Dave Woodhall on Villa’s weekend.
You’re nobody in the multi-national media world these days unless your website’s been hacked. Sony, Fox and now the Birmingham Press. That’s why this story is a few hours late, which also allows extra time for reflecting on a disappointing afternoon for Villa.
Local pride aside, the game at the Hawthorns was a mid-table match between two mid-table teams. It was scrappy, offered little in the way of excitement and would otherwise be forgotten as soon as the matchday traffic had died down. Yet again ‘frustrating’ was the best word to describe both the ninety minutes of play, and the whole situation Villa find themselves in. After two straight wins the team had begun to pull clear of the danger zone and another three points would have lifted them into the top half of the table, above Liverpool and Spurs. After Paul Lambert’s encouraging words about trying new things there was also the hope that Villa would have some form of attacking intent.
For twenty minutes they weren’t exactly Cruyff’s Holland but they were tidy enough to show promise for the rest of the game then came the moment that changed both the match and possibly the rest of the season. Kieron Richardson, deputising for Ashley Westwood, was sent off for they type of challenge that probably deserved a red but wouldn’t have been given at every ground, against every team. And so Villa promptly retreated into their shell, as we’ve seen so often.
I once compared Alex McLeish to boxer Audley Harrison; all the attacking intent is there at the start of the contest but the first setback saw his defence-first strategy automatically take over. Lambert seems to have the same instincts. For all the promise of that opening period, and for all that Albion were there for the taking, he waved his troops back and yet again the final result seemed inevitable.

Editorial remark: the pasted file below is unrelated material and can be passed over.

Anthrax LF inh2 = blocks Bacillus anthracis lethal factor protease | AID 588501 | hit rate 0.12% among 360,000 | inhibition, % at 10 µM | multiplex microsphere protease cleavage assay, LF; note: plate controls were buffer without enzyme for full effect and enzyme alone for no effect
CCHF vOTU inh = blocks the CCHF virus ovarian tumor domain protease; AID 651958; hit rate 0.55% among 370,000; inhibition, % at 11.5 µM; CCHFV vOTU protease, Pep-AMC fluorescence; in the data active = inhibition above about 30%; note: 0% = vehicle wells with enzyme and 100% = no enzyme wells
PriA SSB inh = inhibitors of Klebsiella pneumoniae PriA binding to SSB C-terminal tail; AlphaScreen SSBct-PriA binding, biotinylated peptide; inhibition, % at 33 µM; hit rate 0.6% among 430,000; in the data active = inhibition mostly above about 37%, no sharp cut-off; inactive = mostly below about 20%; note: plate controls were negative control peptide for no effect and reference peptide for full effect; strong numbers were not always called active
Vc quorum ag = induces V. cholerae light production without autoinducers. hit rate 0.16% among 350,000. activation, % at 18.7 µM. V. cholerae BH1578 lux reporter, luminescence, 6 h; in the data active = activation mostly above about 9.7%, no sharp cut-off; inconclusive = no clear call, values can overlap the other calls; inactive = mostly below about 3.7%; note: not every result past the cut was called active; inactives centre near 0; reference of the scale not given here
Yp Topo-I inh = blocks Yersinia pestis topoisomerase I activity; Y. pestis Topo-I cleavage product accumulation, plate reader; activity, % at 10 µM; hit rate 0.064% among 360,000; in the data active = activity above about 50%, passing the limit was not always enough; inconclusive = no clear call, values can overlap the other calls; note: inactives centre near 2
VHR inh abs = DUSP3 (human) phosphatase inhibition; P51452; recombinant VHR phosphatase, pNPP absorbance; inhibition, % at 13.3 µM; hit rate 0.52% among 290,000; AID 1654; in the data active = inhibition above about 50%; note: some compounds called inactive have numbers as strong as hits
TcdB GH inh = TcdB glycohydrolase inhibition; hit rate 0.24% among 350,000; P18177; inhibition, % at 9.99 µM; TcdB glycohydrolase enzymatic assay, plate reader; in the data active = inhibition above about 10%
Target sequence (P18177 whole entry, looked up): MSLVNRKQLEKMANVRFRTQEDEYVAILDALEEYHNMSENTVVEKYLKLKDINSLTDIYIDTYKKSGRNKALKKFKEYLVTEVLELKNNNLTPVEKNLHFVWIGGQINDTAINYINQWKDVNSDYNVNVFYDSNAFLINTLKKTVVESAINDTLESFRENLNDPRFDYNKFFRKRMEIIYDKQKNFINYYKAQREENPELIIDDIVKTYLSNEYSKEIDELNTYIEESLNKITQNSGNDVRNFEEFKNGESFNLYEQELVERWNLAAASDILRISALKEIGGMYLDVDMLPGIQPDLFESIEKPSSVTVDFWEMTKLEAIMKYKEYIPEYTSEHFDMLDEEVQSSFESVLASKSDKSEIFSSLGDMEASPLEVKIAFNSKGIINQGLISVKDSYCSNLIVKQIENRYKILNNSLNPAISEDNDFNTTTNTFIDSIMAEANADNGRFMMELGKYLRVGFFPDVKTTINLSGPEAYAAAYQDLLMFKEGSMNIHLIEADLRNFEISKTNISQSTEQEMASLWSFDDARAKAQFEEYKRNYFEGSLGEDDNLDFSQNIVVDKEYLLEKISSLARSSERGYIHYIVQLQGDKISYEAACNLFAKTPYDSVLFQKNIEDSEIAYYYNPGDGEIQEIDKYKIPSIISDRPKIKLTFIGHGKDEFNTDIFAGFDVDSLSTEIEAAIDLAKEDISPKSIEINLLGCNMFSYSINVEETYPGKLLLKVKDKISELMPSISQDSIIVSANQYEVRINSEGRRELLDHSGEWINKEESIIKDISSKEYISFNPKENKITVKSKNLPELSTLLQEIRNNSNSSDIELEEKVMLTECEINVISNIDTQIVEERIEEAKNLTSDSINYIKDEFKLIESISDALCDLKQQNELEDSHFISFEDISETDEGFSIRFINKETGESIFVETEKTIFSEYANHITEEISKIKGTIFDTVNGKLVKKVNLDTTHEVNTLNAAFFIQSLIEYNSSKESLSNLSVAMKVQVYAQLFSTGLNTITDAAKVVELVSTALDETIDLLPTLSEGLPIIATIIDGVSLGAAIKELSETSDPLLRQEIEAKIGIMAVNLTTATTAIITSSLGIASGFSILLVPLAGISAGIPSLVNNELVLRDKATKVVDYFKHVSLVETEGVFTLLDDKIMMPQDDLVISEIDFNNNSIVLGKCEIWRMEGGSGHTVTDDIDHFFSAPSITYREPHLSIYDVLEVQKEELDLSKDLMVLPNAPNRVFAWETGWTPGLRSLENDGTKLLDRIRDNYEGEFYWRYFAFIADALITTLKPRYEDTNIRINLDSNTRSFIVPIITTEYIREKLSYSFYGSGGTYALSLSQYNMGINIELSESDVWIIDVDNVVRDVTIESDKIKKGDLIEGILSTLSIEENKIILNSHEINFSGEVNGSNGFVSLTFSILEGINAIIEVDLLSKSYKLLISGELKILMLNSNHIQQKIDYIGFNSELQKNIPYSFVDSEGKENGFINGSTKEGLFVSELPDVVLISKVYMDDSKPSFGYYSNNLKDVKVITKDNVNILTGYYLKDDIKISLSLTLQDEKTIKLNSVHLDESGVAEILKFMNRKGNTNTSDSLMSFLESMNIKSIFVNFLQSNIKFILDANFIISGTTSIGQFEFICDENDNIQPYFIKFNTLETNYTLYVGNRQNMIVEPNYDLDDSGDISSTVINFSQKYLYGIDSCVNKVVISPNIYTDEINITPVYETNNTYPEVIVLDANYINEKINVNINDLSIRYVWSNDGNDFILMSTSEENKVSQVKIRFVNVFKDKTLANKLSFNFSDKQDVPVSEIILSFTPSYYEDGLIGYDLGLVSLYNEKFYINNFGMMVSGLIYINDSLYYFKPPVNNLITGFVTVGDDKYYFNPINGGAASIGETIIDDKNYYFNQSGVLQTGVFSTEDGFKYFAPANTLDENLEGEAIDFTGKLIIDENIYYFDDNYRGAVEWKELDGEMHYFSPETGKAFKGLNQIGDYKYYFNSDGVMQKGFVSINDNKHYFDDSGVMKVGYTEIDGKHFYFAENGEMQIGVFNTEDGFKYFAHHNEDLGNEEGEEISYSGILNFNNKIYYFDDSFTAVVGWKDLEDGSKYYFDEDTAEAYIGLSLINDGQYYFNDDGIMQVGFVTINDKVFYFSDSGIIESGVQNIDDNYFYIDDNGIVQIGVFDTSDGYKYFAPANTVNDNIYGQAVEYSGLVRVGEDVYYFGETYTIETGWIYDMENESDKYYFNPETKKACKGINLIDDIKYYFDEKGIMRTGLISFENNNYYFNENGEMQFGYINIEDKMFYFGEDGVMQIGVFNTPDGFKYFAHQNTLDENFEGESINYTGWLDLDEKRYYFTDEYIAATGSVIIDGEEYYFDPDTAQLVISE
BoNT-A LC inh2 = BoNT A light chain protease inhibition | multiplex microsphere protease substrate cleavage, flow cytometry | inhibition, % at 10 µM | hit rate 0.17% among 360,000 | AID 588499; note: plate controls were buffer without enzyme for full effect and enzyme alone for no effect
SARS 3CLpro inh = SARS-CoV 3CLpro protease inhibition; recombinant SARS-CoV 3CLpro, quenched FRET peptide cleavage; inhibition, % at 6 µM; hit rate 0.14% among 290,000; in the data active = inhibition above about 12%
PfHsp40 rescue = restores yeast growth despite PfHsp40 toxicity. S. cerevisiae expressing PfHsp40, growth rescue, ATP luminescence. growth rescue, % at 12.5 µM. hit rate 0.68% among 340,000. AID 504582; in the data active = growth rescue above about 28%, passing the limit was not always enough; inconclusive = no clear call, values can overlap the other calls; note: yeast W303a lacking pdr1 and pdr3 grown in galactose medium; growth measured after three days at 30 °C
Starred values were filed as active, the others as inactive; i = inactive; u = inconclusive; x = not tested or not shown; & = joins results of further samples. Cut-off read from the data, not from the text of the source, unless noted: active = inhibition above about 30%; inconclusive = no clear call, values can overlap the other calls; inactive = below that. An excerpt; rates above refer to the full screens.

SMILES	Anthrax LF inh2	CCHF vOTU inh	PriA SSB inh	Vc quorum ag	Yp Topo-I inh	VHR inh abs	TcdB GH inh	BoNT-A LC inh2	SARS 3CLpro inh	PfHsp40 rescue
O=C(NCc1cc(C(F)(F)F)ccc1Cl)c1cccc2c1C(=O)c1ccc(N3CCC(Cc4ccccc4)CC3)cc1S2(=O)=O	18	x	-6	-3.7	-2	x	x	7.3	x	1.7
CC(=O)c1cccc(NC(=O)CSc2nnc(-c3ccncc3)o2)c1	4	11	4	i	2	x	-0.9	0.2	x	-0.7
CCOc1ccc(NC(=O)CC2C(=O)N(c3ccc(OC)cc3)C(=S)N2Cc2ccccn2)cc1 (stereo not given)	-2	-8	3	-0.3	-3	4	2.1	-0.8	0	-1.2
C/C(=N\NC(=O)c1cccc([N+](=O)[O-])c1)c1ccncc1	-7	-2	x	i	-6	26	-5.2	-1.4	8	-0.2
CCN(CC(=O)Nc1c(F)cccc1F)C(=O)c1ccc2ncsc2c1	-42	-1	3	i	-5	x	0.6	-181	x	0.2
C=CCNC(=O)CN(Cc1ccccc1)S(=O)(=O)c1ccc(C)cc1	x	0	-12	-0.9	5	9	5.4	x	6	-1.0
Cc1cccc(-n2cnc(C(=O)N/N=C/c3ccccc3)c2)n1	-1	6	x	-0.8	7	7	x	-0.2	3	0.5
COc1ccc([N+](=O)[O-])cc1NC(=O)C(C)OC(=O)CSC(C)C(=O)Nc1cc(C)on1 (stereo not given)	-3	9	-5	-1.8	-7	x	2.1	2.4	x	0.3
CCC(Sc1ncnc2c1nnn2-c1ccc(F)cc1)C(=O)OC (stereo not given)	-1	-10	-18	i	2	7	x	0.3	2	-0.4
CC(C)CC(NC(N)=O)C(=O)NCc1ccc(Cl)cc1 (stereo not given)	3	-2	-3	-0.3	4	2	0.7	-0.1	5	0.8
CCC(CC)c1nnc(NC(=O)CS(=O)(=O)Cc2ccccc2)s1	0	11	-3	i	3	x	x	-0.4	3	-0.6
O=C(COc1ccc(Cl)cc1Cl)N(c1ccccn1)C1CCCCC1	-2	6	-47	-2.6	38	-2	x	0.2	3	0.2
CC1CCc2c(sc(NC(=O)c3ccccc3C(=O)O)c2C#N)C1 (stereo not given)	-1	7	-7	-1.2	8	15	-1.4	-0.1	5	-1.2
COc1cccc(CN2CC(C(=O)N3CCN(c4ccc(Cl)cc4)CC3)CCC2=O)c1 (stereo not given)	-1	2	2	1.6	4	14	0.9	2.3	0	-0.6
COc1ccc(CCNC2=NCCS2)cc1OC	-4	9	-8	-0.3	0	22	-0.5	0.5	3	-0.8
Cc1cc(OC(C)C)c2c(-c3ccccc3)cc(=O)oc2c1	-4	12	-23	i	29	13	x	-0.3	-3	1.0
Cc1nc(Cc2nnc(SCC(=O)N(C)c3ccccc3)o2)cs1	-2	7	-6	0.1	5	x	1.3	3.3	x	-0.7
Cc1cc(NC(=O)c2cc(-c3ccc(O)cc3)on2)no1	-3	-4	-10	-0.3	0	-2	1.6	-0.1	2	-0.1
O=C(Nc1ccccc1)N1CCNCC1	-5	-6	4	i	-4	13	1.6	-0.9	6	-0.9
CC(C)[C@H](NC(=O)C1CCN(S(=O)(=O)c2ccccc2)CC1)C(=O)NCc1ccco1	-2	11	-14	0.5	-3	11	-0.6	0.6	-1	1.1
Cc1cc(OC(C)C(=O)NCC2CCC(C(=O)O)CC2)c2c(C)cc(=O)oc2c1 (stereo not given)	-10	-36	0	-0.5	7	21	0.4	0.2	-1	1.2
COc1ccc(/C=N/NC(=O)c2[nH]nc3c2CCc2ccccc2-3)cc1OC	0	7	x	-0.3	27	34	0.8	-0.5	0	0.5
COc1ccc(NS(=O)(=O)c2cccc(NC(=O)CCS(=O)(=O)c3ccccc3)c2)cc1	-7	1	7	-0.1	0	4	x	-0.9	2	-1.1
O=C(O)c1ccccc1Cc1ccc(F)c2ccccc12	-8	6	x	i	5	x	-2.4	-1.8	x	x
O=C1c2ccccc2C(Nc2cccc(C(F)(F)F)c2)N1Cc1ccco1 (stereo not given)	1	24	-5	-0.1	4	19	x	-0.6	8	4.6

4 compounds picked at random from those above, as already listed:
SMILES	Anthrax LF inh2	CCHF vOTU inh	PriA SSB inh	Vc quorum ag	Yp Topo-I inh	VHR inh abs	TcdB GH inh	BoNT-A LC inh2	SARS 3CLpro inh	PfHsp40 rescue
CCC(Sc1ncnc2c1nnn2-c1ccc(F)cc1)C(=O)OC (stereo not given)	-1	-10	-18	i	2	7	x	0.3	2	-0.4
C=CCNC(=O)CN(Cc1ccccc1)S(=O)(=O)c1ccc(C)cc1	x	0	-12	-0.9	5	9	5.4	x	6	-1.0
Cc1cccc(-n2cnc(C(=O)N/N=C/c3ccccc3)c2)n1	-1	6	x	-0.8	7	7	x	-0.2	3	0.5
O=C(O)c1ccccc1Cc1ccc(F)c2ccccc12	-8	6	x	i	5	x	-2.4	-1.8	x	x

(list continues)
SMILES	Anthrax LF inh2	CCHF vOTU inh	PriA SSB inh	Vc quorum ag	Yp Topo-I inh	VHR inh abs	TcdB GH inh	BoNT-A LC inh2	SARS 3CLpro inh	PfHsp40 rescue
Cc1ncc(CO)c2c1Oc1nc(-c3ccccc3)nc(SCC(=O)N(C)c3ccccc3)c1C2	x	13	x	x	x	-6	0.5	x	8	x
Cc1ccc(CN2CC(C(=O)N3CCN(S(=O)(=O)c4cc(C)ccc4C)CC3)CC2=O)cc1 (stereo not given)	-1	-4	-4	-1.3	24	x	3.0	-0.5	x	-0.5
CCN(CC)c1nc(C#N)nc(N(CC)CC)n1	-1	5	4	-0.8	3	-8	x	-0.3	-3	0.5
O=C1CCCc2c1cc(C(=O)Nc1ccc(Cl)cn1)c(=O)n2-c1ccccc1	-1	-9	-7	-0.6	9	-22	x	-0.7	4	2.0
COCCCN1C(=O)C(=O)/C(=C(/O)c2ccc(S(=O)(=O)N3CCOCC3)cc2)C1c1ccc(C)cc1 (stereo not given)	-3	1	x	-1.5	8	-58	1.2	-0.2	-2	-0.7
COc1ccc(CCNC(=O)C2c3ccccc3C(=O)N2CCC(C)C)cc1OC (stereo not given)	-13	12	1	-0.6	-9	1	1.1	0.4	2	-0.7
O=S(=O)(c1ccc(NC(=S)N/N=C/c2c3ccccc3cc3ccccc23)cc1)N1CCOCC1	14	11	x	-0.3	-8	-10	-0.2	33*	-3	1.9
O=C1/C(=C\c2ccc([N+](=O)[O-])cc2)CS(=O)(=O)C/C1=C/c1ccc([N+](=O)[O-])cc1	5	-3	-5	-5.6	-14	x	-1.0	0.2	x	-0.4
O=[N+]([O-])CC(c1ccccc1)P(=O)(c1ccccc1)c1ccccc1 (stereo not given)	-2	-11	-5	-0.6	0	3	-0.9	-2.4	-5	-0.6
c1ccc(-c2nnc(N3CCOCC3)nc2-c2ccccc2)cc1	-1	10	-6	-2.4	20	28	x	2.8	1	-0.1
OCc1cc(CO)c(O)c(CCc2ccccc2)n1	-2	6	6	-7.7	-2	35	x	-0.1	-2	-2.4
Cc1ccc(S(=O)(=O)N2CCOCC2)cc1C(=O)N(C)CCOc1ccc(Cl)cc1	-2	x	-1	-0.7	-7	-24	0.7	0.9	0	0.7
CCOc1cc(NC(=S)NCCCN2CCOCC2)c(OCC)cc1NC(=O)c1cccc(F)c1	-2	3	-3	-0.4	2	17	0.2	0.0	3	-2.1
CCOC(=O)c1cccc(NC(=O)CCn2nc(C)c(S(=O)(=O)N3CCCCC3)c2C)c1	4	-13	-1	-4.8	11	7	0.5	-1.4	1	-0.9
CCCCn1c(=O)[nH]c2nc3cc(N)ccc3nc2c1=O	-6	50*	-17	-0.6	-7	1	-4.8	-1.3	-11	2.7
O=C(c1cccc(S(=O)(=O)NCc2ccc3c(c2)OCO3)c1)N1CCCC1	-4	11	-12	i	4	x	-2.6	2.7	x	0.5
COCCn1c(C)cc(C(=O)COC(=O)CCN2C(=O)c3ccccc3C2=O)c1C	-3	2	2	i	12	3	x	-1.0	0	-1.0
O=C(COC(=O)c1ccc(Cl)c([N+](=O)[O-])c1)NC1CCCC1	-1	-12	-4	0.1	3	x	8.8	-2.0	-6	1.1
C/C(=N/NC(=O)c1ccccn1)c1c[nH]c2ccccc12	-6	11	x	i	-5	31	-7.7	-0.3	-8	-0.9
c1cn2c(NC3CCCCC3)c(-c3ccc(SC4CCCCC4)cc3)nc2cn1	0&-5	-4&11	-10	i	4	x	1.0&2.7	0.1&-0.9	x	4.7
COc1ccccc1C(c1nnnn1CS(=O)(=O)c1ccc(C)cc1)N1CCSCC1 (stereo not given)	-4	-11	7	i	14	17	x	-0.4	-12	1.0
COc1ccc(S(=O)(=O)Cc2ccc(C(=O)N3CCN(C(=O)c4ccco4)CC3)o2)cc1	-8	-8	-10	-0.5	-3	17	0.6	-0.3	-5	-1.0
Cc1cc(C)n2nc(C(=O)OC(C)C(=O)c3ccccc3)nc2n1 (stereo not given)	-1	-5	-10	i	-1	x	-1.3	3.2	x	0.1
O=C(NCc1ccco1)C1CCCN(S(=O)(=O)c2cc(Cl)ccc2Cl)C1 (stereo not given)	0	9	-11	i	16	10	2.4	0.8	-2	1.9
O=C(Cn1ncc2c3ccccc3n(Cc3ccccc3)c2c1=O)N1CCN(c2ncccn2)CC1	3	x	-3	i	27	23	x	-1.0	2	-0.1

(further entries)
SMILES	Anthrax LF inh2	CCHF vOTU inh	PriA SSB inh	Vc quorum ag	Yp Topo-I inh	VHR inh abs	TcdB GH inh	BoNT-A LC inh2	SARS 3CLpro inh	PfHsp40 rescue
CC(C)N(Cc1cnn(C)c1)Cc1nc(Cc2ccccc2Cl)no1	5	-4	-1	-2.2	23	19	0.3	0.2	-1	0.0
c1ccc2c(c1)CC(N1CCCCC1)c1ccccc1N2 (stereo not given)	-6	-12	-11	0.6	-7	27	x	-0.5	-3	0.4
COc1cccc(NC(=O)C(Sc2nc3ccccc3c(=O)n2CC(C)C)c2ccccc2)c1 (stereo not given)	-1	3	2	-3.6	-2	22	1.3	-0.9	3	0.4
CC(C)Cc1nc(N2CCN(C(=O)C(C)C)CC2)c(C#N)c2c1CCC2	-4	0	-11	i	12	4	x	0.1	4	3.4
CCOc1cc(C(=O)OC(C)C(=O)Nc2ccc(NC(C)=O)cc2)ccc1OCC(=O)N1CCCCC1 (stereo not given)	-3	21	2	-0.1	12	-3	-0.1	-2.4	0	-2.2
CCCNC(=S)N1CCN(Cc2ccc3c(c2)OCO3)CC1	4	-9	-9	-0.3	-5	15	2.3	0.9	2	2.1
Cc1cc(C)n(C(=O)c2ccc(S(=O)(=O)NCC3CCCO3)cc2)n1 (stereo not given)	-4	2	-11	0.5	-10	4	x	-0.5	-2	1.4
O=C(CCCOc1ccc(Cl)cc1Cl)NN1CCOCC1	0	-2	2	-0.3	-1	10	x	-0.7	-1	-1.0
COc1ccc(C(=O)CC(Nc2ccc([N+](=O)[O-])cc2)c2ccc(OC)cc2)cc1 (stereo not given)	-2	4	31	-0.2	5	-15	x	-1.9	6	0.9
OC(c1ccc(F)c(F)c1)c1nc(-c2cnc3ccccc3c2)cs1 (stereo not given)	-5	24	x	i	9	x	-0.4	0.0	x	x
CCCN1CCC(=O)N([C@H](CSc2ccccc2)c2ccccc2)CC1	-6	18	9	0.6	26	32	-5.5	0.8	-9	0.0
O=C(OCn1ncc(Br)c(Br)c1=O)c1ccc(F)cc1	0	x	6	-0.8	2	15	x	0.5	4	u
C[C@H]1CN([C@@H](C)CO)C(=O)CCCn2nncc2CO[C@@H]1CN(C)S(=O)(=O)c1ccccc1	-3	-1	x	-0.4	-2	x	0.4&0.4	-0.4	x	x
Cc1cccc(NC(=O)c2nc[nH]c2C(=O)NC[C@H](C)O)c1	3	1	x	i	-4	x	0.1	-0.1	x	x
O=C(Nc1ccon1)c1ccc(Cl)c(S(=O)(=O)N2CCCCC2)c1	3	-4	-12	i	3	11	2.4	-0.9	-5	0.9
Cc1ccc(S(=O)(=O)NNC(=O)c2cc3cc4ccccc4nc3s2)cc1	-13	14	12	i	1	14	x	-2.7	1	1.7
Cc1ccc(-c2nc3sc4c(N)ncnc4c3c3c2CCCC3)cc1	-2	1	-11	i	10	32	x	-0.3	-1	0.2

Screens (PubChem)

Once they went a goal behind there was little Villa could do except in the final minutes when Albion started to hang on slightly more desperately than they had before. Christian Benteke had one of his worst games, Gabby Agbonlahor was typically ineffective. Usually a handful in derbies, Gabby should be dropped by now – he’s nowhere near good enough to be irreplaceable. Like the equally disappointing Charles N’Zogbia, he’s running out of excuses.
On the positive side, the Okore/Clark partnership continues to show promise and Carlos Sanchez improves with every game, which begs the question why Paul Lambert can be so good at buying in the mid-range end of the transfer market and so bad at moulding such individuals together into an effective team.
Next up are Manchester United, coming into form nicely, then on Boxing Day Villa are at Swansea after having won by my reckoning one in our last 13 games on 26th December.
We had the opportunity to give ourselves a relatively peaceful and relaxed Christmas with the chance of looking forward to 2015 with some guarded optimism. But that would never do, would it?